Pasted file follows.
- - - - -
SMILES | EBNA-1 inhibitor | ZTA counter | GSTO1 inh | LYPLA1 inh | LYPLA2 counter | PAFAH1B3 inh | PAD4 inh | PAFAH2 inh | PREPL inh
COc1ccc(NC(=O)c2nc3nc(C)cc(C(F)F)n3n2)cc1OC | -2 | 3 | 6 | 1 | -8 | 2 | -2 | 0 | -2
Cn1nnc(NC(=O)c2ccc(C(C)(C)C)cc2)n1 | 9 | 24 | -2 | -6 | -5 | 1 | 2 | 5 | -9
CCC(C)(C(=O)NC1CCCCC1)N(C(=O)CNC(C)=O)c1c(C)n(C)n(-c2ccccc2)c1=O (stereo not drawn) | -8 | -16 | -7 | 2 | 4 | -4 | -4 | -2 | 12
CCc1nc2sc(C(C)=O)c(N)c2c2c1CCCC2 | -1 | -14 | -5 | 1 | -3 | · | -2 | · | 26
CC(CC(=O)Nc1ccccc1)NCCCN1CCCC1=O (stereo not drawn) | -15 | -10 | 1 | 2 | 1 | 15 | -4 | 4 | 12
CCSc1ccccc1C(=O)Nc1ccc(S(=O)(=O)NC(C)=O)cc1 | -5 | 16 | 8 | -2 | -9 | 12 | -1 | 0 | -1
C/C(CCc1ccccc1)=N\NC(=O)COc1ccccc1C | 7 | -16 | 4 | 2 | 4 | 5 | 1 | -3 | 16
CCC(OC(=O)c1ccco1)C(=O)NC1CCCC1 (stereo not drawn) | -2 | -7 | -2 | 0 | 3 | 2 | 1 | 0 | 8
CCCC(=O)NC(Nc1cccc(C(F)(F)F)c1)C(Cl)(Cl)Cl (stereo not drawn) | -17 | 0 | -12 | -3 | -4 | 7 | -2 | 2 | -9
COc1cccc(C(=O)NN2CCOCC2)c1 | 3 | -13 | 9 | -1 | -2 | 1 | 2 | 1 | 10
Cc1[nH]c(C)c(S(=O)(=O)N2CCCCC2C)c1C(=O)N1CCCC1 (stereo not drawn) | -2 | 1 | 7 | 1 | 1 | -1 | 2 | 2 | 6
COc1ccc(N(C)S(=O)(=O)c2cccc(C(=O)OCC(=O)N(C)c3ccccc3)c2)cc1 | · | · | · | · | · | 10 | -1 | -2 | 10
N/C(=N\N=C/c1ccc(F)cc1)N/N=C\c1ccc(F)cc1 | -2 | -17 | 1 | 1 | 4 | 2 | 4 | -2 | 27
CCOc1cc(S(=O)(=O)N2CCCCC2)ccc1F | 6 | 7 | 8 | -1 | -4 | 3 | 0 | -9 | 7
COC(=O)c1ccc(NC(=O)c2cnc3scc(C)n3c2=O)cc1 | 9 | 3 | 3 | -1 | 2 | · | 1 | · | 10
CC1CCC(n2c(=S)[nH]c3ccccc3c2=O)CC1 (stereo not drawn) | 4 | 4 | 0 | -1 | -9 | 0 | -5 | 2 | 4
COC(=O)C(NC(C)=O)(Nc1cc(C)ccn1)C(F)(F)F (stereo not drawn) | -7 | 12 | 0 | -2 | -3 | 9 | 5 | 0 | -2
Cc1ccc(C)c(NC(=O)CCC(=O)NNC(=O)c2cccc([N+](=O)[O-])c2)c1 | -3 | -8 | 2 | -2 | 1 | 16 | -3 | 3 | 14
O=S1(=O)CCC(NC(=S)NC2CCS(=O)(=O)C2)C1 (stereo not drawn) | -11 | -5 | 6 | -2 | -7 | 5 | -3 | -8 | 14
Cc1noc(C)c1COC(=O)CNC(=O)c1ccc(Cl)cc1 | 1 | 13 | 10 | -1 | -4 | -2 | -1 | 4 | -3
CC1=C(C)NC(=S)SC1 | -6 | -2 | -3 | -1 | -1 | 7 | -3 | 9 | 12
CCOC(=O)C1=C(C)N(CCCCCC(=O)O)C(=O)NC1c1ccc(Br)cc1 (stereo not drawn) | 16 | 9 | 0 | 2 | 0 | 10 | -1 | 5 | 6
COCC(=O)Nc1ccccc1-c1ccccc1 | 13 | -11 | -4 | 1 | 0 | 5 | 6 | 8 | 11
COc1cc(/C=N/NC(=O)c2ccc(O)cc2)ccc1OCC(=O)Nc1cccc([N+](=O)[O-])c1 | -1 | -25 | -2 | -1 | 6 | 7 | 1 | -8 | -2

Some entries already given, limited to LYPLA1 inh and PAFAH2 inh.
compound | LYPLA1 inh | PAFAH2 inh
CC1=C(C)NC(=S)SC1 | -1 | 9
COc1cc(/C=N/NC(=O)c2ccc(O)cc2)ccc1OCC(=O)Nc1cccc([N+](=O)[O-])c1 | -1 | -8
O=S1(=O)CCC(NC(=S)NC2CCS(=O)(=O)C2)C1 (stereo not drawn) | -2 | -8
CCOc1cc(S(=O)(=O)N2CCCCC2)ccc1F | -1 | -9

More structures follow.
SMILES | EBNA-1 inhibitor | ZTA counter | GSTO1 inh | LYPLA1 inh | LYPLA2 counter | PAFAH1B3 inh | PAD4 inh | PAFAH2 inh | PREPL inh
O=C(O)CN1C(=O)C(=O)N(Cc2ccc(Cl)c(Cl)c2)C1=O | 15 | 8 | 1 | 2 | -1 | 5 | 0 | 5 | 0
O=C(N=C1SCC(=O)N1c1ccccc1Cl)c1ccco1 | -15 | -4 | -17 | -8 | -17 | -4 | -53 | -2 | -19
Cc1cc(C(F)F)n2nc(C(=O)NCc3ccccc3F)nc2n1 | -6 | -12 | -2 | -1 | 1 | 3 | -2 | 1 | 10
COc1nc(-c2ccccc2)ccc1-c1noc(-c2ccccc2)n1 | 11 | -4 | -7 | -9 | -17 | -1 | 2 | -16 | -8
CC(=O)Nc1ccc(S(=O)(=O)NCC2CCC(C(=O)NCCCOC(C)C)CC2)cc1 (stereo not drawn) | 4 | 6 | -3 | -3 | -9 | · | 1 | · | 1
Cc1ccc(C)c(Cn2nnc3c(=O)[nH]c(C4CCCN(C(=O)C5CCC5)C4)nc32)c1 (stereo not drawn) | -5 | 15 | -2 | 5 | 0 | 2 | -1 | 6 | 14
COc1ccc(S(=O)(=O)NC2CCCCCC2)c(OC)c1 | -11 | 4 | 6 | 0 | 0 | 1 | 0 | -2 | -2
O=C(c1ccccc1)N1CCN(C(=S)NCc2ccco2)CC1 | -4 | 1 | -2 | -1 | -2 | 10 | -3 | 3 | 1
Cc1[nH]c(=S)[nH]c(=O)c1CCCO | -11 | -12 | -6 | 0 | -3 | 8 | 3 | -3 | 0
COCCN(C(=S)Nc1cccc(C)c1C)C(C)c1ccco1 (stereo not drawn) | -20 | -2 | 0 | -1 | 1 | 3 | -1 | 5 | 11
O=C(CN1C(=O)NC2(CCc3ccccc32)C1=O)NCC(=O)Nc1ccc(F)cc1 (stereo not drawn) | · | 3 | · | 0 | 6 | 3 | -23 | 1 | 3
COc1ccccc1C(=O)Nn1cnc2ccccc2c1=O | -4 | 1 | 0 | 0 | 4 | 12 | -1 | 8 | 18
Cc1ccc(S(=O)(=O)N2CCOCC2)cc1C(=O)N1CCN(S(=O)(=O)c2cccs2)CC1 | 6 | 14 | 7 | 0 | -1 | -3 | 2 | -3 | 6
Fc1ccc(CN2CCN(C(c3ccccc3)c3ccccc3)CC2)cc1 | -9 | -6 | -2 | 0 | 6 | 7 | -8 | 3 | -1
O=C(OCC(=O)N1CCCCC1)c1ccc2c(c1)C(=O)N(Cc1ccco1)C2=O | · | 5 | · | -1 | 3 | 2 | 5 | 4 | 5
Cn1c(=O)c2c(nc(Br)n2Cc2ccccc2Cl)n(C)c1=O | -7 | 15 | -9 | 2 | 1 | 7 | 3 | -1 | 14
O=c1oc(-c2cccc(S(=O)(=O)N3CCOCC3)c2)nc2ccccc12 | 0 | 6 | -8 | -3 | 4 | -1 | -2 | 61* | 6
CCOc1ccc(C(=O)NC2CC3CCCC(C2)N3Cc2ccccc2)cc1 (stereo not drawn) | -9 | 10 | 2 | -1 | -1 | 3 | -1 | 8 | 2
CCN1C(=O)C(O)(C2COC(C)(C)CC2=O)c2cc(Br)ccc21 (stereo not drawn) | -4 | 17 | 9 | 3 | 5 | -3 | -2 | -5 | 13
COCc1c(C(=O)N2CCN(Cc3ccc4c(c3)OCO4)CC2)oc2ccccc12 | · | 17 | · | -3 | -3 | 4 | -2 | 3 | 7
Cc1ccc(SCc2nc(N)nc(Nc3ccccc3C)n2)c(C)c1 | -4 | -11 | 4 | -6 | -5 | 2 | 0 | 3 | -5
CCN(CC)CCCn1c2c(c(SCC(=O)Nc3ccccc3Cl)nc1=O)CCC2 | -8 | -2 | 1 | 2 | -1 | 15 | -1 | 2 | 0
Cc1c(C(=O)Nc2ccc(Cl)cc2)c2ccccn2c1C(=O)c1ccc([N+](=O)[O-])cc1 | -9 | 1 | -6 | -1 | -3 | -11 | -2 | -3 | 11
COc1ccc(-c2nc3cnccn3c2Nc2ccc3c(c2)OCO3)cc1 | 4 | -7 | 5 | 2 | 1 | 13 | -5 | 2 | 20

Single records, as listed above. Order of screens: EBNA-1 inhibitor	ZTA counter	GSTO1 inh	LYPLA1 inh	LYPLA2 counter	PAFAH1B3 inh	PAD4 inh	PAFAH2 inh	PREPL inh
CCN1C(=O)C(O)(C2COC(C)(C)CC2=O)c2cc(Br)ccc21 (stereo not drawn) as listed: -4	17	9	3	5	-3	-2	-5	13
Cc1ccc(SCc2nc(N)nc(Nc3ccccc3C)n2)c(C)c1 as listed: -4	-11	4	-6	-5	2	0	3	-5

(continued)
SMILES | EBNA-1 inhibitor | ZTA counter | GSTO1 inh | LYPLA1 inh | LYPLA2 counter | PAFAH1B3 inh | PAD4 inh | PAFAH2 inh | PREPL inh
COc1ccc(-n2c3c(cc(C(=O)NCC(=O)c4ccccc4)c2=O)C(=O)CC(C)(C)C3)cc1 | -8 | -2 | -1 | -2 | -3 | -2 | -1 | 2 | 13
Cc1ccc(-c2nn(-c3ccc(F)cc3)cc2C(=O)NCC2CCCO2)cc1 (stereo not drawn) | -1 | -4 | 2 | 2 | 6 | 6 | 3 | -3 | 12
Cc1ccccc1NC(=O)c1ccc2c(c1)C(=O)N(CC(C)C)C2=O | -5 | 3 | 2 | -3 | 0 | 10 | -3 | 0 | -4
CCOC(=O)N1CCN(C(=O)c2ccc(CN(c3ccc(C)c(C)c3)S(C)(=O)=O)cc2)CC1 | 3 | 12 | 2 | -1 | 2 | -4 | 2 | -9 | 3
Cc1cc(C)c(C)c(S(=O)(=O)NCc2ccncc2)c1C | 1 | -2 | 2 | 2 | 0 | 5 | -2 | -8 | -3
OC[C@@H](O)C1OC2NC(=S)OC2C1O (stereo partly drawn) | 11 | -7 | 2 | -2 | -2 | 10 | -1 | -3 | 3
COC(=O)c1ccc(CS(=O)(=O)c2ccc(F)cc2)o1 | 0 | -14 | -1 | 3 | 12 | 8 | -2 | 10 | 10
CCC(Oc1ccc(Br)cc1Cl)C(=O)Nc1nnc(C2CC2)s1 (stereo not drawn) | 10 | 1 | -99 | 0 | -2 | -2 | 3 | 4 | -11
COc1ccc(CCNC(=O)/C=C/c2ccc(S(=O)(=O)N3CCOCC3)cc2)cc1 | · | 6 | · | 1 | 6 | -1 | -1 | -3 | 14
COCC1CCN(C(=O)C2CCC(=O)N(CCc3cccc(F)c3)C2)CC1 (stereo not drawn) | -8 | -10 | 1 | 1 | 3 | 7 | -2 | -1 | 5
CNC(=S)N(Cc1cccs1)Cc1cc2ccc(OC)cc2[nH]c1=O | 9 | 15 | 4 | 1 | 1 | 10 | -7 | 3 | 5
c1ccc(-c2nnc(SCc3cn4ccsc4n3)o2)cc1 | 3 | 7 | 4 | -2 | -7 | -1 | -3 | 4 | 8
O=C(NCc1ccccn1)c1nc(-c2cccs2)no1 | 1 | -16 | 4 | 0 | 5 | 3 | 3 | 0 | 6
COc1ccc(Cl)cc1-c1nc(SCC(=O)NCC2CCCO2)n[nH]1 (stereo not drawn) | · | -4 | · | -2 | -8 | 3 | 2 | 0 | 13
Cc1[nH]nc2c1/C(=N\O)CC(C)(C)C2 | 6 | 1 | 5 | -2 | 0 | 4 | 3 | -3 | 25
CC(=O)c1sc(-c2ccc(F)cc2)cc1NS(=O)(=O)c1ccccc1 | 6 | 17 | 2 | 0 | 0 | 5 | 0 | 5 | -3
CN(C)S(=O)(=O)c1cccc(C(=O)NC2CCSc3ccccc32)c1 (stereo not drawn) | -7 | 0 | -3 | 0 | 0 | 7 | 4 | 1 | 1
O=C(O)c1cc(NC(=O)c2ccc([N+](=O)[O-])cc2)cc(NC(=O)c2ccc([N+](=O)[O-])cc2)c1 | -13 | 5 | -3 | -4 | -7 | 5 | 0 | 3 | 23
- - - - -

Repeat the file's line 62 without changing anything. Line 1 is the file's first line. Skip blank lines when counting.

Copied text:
SMILES | EBNA-1 inhibitor | ZTA counter | GSTO1 inh | LYPLA1 inh | LYPLA2 counter | PAFAH1B3 inh | PAD4 inh | PAFAH2 inh | PREPL inh